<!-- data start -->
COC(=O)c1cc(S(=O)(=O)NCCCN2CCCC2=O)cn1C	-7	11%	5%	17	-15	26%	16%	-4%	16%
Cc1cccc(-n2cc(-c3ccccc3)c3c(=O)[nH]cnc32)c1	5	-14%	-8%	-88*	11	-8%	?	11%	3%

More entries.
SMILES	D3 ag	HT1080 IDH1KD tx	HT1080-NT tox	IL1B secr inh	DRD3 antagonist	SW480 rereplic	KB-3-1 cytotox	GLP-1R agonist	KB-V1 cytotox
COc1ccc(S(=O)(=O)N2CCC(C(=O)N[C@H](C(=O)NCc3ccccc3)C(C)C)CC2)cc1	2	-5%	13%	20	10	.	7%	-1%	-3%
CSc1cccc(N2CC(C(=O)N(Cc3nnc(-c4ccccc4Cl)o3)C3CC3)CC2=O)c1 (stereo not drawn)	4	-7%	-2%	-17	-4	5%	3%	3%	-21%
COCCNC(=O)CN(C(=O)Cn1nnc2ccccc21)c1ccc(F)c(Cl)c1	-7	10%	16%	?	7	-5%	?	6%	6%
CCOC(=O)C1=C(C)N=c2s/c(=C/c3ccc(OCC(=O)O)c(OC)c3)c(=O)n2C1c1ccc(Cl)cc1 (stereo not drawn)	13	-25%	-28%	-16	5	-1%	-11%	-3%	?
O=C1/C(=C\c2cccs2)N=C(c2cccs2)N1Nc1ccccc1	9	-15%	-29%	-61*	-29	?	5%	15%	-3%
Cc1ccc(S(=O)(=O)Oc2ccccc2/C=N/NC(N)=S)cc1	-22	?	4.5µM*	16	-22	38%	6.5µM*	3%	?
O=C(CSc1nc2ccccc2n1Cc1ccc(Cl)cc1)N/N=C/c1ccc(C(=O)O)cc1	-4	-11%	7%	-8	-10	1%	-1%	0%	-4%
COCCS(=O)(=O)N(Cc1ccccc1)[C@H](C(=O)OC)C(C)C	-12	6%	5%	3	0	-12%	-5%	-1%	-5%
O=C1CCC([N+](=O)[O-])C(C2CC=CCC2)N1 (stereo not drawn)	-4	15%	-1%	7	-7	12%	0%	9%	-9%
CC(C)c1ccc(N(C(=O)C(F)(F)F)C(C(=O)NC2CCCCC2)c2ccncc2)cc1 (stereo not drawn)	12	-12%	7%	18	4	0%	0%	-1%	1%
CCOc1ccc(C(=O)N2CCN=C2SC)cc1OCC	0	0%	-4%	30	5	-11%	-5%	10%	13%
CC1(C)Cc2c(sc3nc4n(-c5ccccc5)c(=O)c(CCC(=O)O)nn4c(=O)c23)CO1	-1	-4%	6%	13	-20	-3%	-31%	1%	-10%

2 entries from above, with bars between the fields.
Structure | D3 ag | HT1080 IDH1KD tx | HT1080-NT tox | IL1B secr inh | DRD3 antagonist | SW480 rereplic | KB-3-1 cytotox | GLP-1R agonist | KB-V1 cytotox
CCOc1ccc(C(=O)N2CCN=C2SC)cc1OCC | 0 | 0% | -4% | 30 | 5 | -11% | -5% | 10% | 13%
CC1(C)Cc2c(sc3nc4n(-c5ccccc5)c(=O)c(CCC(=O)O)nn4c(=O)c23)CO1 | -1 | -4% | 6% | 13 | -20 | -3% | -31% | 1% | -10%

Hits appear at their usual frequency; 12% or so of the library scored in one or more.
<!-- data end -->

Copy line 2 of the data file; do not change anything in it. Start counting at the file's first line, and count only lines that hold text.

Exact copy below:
Cc1cccc(-n2cc(-c3ccccc3)c3c(=O)[nH]cnc32)c1	5	-14%	-8%	-88*	11	-8%	?	11%	3%